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Implant dentistry’s origins, challenges and discoveries are described in video

A video from the Academy of Osseointegration describes the early challenges of implant dentistry and how the science has evolved over the past 30 years. (Photo: Academy of Osseointegration)

Tue. 1 July 2014


CHICAGO, Ill., USA: In celebration of its 30th year, the Academy of Osseointegration (AO) recently released a new video on YouTube in which experts and founding members convey the birth and evolution of both the organization and implant dentistry itself. The 20-minute video is titled “The Founding History of the Academy of Osseointegration.”

The video can be viewed on AO’s YouTube channel ( and is intended to be a useful tool for dental schools, study clubs and resident instruction and recruitment programs.

The video describes the early challenges of implant dentistry and how the science has evolved over the past 30 years. Because of the ongoing commitment of these early experts, and their predecessors, to research, technological advancements and proper training, dental implants are now highly predictable and commonplace with a success rate of about 95 percent.

“The board wanted to have an account — directly from the original doctors — about their experiences and challenges in founding the Academy,” said Dr. Alan Pollack of New York City a leading member in charge of the Founders’ Video Task Force. “We believe sharing these stories will be invaluable to the continued evolution and growth of our science.”

From small conclave to global organization

In May 1982, Dr. Per-Ingvar Brånemark introduced osseointegration to North America at a conference in Toronto, Canada, sparking much interest and enthusiasm and creating ripples throughout the dental community. Proponents of the new science were determined to improve the success rate of implants, which had been only about 50 percent until that time.

After learning of this new technique, Dr. Charles Berman and Dr. Gerald Barrack formed the New York Osseointegration Study Group, described in the video as “a small conclave of friends with a shared passion to understand and share knowledge about this new science.” This group evolved into AO, as it known today.

“We were going to have to learn from each other,” said Dr. Barrack in the video regarding the new study group. “There wasn’t anyone else to learn it from.”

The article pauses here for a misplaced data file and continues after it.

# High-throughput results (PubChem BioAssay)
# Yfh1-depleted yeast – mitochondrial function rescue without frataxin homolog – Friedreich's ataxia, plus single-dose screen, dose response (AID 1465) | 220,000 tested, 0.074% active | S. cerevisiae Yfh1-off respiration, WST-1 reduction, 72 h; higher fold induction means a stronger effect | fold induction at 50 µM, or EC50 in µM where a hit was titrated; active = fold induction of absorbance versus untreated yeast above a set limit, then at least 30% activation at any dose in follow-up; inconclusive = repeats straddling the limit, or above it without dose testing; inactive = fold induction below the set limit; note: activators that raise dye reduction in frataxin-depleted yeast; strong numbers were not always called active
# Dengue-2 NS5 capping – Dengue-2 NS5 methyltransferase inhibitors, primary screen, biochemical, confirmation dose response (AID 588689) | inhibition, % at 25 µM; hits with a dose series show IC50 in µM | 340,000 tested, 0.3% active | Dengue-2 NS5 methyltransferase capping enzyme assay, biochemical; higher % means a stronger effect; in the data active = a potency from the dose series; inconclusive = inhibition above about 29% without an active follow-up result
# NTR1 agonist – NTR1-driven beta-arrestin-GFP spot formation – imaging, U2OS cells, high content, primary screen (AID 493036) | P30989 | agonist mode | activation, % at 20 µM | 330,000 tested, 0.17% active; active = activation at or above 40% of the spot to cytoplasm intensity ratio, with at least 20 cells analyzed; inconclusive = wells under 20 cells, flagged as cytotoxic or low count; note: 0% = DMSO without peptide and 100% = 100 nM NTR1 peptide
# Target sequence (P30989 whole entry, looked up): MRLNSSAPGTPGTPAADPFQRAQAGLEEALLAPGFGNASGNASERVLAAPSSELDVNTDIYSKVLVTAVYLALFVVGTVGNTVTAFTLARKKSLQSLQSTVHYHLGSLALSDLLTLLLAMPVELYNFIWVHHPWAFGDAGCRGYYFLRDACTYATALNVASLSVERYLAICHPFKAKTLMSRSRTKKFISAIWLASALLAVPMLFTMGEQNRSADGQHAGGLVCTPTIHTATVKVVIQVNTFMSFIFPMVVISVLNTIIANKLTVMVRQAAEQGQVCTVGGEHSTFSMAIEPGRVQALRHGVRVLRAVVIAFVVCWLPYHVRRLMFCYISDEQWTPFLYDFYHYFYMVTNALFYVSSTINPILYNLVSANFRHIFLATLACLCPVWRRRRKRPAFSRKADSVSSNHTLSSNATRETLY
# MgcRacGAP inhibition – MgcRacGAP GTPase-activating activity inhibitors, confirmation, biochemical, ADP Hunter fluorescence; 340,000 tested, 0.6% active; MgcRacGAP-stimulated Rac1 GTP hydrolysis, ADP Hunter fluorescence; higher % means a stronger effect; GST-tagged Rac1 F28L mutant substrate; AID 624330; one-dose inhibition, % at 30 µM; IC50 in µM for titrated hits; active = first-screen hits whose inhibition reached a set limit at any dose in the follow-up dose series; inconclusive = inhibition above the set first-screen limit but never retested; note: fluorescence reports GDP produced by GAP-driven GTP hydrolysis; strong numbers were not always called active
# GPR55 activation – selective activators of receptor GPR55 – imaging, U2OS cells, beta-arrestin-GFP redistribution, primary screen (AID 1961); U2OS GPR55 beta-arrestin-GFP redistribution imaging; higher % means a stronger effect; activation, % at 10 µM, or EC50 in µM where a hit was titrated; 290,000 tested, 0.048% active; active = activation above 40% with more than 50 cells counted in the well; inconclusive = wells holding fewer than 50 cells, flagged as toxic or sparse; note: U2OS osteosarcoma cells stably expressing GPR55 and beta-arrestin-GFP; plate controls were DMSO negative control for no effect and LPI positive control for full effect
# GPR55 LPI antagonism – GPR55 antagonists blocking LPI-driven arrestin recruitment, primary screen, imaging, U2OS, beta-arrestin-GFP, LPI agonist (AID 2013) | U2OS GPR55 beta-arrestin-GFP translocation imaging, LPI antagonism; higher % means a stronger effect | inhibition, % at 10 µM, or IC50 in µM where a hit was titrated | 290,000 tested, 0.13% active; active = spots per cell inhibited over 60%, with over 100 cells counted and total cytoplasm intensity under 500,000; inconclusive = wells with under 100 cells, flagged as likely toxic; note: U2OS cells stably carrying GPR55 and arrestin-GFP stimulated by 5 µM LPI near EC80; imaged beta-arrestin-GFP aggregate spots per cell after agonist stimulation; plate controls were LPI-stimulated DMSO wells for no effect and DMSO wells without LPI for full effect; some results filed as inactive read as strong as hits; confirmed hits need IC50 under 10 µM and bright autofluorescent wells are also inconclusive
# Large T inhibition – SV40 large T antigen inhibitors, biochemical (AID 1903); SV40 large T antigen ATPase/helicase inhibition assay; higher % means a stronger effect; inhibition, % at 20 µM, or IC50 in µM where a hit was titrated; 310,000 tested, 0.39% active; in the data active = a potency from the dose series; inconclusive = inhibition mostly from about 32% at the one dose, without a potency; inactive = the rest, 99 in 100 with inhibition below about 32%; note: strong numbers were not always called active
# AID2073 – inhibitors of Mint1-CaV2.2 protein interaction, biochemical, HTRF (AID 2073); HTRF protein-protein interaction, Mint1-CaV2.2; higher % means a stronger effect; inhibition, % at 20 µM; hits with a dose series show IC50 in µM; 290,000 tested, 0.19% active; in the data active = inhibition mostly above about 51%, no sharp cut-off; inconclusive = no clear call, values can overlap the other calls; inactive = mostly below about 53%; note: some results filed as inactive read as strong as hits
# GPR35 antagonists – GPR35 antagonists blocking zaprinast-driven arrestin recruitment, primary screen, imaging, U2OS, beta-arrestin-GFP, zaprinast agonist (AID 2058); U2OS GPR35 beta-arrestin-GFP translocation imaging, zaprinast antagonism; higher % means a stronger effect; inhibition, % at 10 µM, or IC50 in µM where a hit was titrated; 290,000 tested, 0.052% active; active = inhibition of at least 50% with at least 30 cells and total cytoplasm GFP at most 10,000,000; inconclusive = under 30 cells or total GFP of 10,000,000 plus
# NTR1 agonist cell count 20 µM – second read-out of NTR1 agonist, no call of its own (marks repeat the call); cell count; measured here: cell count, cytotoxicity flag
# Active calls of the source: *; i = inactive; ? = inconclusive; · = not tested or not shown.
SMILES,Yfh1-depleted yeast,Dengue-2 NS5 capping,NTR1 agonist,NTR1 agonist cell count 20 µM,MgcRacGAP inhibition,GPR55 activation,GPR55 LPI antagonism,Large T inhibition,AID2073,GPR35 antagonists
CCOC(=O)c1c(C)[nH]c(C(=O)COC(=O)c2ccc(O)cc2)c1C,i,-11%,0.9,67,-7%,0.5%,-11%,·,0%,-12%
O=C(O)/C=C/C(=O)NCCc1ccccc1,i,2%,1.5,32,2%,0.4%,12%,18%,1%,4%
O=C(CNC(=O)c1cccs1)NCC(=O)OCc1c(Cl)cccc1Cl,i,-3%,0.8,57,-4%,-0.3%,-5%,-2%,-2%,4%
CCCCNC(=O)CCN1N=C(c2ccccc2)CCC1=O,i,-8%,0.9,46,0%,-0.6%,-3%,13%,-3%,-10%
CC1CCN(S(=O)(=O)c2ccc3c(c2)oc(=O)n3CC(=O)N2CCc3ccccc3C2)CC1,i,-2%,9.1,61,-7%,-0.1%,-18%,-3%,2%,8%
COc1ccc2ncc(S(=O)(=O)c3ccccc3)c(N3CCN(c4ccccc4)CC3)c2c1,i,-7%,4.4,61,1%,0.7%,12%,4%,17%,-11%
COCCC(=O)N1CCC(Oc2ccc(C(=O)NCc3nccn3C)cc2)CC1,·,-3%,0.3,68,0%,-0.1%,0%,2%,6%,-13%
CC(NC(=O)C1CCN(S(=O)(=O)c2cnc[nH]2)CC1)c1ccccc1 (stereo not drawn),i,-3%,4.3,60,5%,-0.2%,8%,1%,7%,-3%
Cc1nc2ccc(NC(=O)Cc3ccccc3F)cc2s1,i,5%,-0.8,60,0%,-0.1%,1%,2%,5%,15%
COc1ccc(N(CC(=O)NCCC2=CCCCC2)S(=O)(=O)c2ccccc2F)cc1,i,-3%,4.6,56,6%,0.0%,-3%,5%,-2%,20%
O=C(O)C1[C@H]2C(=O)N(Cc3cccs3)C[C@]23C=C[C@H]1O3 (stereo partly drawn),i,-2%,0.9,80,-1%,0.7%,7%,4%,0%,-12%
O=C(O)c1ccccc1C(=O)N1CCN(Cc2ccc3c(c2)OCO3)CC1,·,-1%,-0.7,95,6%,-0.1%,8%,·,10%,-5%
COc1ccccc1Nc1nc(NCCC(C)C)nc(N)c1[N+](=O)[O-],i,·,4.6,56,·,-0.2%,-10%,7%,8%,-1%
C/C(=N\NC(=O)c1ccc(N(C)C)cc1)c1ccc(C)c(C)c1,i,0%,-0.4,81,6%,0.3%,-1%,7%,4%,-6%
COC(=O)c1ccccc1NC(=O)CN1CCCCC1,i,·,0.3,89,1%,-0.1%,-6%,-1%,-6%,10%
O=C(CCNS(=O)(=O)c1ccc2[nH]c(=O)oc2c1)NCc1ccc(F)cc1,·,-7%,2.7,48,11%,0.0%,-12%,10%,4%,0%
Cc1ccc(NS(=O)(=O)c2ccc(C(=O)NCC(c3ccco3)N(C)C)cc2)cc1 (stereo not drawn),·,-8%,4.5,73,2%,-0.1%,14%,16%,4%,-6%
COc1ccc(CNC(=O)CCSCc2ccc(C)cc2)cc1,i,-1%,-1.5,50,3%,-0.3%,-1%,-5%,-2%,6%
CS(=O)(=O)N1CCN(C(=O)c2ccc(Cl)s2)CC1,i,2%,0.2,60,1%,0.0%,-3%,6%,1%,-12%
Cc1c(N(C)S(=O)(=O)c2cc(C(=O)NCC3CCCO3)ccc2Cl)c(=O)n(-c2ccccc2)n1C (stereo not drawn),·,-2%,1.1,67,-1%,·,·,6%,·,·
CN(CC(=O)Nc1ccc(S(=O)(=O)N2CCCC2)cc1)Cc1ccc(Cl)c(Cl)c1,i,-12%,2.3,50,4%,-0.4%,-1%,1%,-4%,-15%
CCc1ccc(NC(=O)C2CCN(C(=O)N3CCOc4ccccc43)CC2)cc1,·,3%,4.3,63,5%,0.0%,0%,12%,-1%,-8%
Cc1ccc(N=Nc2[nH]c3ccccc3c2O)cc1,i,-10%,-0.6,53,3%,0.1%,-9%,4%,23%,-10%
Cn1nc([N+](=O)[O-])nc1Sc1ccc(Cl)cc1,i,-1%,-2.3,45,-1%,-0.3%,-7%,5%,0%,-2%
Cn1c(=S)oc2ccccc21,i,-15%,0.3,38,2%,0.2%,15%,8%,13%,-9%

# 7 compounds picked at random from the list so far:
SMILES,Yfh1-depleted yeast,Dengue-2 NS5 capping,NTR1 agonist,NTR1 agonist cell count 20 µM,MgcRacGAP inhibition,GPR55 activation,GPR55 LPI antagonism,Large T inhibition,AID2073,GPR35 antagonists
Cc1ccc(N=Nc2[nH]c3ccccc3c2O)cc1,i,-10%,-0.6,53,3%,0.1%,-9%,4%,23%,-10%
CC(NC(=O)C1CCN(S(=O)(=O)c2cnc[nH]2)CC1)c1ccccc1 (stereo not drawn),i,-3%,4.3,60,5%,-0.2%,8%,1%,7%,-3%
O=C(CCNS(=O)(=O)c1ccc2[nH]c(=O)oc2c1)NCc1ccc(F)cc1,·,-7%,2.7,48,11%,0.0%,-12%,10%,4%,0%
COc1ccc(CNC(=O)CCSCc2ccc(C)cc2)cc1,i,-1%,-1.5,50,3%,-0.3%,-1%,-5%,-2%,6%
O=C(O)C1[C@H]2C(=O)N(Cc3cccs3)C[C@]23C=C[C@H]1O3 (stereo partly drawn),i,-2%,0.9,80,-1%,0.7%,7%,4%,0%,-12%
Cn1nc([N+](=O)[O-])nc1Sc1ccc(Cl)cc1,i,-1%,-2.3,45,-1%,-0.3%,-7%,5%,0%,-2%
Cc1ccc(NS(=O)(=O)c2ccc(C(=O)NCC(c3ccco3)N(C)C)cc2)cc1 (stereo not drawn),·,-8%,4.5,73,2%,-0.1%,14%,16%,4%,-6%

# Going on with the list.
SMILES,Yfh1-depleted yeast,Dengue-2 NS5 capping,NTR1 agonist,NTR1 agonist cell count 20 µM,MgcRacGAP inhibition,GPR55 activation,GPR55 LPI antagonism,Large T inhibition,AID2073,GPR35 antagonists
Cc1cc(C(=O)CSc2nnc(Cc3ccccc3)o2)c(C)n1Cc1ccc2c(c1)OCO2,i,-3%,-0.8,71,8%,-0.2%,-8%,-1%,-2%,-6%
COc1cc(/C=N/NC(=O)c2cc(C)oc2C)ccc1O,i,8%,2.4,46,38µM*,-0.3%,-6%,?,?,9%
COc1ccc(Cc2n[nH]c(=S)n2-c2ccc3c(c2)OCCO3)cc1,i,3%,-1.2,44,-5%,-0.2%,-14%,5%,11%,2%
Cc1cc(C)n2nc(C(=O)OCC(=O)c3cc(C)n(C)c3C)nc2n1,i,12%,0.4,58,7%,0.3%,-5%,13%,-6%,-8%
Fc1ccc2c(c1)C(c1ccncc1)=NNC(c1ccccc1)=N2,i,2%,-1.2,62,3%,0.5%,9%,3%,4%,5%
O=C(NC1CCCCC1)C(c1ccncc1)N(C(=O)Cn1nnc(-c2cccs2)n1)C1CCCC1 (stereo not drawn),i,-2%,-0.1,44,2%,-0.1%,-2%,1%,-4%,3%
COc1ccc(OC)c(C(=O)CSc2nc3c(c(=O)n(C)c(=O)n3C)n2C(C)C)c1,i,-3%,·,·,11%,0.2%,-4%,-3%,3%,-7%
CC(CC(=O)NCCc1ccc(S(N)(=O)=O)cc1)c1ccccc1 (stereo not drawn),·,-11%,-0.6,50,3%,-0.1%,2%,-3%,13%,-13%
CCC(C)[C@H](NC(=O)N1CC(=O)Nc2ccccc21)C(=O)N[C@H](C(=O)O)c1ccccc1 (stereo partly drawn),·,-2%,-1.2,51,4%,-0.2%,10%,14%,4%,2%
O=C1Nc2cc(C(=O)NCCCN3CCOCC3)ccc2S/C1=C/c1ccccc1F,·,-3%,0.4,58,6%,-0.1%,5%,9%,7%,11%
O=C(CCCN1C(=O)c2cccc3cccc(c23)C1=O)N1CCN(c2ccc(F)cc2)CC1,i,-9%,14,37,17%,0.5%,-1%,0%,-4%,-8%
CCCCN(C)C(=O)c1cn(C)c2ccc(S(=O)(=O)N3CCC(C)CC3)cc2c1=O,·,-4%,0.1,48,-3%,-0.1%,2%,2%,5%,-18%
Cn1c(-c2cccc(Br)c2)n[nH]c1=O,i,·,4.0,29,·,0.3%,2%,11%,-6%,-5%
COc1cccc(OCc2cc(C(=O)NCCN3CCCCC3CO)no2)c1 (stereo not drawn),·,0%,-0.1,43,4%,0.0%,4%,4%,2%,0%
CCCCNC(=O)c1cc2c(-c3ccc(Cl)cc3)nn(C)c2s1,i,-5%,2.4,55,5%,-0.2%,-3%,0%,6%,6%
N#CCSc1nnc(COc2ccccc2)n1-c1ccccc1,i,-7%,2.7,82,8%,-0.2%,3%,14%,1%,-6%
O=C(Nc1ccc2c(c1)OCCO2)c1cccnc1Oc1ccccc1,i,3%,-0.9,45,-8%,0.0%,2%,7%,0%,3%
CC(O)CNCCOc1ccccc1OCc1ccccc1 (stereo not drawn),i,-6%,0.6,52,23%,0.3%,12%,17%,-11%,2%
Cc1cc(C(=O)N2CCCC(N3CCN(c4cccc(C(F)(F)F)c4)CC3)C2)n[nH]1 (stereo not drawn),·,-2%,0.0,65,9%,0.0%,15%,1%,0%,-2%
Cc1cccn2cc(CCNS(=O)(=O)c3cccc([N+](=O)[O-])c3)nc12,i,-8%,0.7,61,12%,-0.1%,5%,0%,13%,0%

The first meetings were attended mostly by local dentists in New York and the surrounding areas. This original study group expanded into a national organization and then into the international organization with approximately 6,000 members from 70 countries. The Academy has the same focus today as it had in the early days of its formation: to advance the vision of implant dentistry.

The video made its debut in March at AO’s annual meeting in Seattle. In addition to Pollack, the task force included Dr. Russell D. Nishimura of Westlake, Calif, and Dr. Michael Norton of London, England, who serves as narrator.

“The Academy’s Board of Directors created this video to capture an important page in the history of dentistry and to chronicle the Academy’s rise to the world’s leading dental implant organization. In fact, the development of osseointegrated implants parallels the growth of the Academy itself,” said Norton in the video’s conclusion. “The Academy has been the centerpiece for sharing knowledge and the interchange of new ideas since our first meeting.”

The video is an oral history to accompany the written account, “A History of the Academy of Osseointegration, 1985-2007,” published in 2008.

About the Academy of Osseointegration

With 6,000 members in 70 countries around the world, the Academy of Osseointegration (AO) is recognized as the premier international association for professionals interested in implant dentistry. AO serves as a nexus where specialists and generalists can come together to share best practices and coordinate optimal patient care. AO evaluates emerging research, technology and techniques to ensure its members have the most important and timely evidence-based information and tools they need to succeed.

(Source: Academy of Osseointegration)

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